SoundHound - AI for voice systems

Doing some research into any new stock ideas that could match the investment ideas of Sauldom, I came up with SoundHound. I am posting this for feedback on how my analysis stands up, and feedback on how to better tune what I need to look at going forward.

Yep, SoundHound started as that phone app that could recognize music in public and then tell you what song it was. I had that app on my phones for some time in the early 2010’s.

It has evolved into what looks like an AI powered, voice recognition powerhouse because of that history. They have all the data from all their years processing sound queries. Ala Tesla’s inhouse data, they have the same thing related to voice commands across their product lines. To me, they appear to be the best situated to deal with interactive response AI just based on the data and the history of their niche.

Starting the obvious negatives, that probably stop most from investing, we have a company that just started trading on the NASDAQ in April '22. They have income measured in the $milion$ and a total market cap of $550 mil as I write this. There are some customer concentration risks, they call out that some auto companies are over 10% of revenue. Lastly, they are still losing money to the tune of -$20 mil on revenue of $13 mil.

But, they do seem to be actively addressing all those things. It is just that they are relatively new to their growth and it is going to take time for them to balance all the things. Here are my notes.

Corporate losses - They started a restructuring effort in Q1 of this year to address the high losses and reduce overall operating expenses. As of 3rd Q they have increased revenue while dropping losses by 35% in one year. This looks like a great trend that I will keep an eye on.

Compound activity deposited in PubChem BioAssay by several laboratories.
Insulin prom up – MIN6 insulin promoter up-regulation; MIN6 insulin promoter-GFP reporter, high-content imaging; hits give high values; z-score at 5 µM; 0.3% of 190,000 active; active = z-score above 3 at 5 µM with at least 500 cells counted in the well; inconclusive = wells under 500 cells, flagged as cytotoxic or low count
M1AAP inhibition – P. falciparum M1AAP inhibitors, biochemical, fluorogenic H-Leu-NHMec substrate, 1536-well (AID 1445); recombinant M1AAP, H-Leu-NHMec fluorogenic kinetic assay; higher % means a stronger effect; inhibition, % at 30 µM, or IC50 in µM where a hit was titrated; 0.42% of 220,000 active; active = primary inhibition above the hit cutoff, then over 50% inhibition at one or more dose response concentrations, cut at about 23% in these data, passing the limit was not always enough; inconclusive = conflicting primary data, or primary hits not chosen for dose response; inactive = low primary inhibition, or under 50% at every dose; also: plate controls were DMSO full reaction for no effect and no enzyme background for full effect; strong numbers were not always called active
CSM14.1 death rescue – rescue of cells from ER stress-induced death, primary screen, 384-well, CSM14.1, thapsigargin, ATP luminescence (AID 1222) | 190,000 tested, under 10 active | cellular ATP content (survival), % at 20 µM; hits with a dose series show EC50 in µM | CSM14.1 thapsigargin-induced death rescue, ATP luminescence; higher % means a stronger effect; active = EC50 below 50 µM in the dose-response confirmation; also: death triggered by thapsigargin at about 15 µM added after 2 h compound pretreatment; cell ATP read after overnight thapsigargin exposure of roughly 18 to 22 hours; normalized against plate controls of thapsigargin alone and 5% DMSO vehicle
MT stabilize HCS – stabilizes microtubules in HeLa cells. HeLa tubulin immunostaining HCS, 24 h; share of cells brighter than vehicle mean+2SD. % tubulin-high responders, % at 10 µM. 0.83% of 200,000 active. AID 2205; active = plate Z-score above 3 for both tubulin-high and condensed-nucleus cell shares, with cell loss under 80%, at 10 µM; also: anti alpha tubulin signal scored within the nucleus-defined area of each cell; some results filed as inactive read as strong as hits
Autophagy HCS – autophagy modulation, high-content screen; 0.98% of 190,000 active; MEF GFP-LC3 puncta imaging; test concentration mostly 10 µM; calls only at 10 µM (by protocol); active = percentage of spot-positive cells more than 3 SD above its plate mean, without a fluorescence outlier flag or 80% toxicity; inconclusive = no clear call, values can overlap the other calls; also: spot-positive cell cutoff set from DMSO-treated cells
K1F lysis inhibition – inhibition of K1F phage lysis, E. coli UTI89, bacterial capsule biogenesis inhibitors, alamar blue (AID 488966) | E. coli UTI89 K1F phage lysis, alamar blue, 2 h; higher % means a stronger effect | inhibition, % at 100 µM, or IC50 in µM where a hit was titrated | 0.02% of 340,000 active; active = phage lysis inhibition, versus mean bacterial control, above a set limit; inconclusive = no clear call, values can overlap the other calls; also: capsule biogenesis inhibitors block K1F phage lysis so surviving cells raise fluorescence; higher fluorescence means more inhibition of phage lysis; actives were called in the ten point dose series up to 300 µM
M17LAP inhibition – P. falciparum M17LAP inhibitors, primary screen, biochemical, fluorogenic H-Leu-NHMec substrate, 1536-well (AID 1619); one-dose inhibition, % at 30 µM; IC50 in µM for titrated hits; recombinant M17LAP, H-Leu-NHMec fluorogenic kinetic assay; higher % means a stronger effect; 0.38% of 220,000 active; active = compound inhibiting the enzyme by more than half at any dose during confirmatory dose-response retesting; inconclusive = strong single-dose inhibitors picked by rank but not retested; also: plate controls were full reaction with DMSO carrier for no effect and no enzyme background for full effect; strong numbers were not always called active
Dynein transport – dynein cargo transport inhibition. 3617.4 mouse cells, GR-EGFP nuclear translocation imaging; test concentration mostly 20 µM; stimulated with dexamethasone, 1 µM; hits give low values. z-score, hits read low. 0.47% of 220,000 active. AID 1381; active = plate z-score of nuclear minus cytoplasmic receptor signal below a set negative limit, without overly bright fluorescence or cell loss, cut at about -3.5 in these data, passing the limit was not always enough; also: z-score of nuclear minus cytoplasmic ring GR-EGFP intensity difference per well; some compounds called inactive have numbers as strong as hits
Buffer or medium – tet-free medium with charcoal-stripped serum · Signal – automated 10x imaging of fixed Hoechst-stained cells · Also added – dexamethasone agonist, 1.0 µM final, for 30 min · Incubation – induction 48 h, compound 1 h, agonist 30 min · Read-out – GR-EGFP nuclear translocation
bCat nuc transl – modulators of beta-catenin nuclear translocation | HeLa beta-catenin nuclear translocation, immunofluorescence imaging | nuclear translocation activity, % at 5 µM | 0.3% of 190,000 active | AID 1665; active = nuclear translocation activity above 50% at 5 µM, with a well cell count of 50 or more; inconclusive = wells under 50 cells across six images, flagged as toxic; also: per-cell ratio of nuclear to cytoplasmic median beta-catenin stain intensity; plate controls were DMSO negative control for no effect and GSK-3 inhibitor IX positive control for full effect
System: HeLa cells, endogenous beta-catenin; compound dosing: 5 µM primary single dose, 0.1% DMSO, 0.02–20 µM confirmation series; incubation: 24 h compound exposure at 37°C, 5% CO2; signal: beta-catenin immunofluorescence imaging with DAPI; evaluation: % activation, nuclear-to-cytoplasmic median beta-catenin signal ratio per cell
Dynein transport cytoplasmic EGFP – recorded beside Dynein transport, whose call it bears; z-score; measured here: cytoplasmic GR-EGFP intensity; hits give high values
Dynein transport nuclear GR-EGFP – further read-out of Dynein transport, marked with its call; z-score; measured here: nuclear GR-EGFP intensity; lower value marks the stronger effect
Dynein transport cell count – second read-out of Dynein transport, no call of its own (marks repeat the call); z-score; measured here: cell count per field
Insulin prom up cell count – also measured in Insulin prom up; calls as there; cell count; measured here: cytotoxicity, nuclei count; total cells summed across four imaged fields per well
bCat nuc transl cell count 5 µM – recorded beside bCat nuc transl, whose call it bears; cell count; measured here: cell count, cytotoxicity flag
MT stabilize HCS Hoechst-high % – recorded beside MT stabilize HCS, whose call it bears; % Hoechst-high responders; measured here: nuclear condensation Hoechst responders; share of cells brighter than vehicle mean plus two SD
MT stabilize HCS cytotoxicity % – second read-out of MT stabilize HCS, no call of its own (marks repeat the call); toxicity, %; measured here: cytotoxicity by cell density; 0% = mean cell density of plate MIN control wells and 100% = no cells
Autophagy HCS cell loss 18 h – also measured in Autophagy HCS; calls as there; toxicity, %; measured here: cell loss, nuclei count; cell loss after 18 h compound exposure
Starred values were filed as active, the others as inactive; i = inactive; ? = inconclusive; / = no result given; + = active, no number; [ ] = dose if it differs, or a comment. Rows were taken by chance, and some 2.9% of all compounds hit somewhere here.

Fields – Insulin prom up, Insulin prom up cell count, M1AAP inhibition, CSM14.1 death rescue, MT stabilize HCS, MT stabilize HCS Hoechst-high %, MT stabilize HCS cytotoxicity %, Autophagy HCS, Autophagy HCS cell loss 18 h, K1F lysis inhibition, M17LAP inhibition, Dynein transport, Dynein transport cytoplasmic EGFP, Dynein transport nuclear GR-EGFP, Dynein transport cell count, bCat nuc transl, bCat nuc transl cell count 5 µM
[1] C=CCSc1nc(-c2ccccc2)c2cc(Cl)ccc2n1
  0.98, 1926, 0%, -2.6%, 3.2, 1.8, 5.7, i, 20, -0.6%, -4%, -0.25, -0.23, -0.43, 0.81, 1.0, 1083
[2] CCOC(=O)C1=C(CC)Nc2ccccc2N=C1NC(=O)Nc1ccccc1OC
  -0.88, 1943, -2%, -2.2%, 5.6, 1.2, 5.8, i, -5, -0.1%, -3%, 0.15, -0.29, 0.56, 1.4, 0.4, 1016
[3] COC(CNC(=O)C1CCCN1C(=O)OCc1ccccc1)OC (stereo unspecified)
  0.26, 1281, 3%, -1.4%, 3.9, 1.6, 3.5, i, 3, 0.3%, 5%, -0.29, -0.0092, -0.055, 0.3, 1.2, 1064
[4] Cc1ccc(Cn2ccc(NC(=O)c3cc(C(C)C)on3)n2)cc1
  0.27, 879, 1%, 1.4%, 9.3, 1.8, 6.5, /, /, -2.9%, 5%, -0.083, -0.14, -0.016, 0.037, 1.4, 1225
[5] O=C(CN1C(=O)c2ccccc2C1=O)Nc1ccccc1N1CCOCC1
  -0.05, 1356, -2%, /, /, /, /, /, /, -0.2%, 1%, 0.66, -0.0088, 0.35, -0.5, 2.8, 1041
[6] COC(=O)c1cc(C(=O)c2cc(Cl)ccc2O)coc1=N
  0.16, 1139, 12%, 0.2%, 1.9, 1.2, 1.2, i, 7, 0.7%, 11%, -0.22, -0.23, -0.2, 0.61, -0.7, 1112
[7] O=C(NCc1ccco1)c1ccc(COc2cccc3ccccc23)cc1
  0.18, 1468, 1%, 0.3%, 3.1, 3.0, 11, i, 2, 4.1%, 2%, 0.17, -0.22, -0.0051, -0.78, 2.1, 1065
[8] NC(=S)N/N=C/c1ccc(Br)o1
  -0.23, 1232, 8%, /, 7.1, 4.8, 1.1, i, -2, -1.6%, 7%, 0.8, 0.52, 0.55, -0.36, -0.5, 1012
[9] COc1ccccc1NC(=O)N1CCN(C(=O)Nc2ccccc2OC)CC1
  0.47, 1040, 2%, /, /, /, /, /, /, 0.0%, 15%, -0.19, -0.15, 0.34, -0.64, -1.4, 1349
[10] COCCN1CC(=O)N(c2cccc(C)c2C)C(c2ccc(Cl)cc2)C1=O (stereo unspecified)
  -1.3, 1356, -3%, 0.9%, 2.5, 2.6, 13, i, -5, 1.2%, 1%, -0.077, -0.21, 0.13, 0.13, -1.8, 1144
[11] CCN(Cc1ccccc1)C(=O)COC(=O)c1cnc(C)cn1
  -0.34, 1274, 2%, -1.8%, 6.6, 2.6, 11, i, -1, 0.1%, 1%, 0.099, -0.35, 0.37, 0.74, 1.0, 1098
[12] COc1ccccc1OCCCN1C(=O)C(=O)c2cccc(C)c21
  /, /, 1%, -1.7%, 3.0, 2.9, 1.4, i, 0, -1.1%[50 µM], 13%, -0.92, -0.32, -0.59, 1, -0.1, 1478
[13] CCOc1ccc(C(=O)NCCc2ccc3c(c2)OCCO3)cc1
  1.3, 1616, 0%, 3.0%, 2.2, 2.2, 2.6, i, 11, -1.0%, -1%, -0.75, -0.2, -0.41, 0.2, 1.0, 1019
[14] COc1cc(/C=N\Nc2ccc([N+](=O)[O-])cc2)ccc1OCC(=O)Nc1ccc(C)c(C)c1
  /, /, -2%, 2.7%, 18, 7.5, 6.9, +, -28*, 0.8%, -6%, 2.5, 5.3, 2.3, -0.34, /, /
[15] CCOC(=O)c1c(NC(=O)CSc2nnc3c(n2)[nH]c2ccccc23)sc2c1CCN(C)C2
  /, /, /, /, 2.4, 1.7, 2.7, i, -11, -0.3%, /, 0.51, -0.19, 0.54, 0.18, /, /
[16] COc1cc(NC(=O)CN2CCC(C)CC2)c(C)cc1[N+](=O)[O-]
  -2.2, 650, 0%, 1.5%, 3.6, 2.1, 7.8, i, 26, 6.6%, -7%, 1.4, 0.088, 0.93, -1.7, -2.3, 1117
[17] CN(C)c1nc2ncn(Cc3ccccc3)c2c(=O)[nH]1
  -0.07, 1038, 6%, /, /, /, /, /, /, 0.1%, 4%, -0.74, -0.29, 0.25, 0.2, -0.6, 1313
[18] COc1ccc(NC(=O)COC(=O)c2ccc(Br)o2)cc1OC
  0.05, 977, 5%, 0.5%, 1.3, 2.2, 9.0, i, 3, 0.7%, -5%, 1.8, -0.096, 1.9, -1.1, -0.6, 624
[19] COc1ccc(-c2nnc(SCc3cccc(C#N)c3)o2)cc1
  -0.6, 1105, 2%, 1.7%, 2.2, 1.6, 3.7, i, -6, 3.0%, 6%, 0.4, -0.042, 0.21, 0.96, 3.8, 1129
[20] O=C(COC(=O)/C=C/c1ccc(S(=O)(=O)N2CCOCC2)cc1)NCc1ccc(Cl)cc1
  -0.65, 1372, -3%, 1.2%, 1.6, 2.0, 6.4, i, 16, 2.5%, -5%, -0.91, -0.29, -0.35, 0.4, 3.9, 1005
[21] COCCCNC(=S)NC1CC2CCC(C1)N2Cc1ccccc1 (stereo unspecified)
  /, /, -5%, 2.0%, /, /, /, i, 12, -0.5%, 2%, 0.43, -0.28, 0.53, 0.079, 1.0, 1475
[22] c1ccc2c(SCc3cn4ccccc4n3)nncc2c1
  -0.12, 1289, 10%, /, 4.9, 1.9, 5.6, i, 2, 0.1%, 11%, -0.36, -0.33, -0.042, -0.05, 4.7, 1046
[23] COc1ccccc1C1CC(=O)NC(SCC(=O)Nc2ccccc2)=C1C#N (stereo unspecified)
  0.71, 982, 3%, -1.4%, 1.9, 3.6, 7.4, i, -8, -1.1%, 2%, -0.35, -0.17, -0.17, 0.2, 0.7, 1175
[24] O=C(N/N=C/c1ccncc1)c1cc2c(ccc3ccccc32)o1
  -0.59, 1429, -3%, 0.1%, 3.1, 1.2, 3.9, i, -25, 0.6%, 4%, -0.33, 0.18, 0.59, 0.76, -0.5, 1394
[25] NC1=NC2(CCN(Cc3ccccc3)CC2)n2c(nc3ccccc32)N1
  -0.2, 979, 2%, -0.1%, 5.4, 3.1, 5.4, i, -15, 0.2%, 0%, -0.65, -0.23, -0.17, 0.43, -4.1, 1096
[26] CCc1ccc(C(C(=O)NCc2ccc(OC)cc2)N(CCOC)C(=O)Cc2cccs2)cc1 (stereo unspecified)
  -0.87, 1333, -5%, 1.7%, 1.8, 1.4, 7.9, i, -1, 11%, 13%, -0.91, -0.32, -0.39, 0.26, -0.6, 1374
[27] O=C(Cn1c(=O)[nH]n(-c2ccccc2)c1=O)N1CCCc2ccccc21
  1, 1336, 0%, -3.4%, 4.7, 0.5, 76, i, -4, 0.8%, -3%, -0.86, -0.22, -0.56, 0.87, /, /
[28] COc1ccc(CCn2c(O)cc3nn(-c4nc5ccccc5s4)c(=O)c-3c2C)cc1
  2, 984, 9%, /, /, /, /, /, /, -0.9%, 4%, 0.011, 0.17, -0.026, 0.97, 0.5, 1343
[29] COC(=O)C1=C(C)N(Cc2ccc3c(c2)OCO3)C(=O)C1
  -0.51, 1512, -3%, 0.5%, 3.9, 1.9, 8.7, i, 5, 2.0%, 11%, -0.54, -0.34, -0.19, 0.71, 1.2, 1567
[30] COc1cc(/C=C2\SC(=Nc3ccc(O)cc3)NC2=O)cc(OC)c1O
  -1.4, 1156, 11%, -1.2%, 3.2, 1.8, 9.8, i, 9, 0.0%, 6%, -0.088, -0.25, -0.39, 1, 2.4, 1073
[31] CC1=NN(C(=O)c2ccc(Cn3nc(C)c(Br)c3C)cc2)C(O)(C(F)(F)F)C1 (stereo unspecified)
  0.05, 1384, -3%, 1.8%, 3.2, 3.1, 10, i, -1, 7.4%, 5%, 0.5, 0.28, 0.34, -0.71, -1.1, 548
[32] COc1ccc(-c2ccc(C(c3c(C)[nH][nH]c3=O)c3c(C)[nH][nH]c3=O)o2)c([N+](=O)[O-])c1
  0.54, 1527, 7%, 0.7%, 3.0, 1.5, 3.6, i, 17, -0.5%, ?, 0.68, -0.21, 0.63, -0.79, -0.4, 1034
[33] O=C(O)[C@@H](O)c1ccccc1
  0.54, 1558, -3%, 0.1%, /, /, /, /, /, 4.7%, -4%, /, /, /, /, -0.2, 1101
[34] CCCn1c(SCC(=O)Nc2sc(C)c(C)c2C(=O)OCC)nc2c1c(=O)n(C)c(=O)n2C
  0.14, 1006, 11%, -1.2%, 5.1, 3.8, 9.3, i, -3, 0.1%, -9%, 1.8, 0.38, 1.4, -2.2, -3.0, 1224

Corporate revenue - Their revenue is tiny compared to other stocks we own, and it is very lumpy. However, they are predicting more growth for 4th Q and they expect to be break even by next year. (I couldn’t find specifics, just noted they said it in call transcripts.)

Corporate margins - This is where the stock popped up in my searches, they have margins over 70% for all the years I could find. Their revenue growth was big, but they are also just starting out so it is easy to get growth percentages to look good. They did drop off this quarter by a lot, 56% - 42% - 19%. The super low 19% is a YOY comparison, and it seems that Q3 '22 was a big year due to some contract revenue recognition, so it’s not like the business just failed in past quarter, they had tough comps due to being small enough that one contract impacted the numbers a lot.

Customers - (Automotive) They show over 20 different automobile manufactures as customers, across the globe, so they are pretty imbedded in that market. (Customer Service) They have just (my assumption from call notes) pushing into the restaurant and customer service world with AI voice interaction. They have specific restaurants they are trialing with (White Castle, Jersey Mikes, Krispy Kreme) but they are also working with a hardware partner for POS stations that means exposure to Toast, Square, Oracle customers using point of sale devices. (IOT Devices) They are also the voice response system for many household devices like TV’s (Visio), OEMs like Qualcomm and Motorola, and services like Pandora.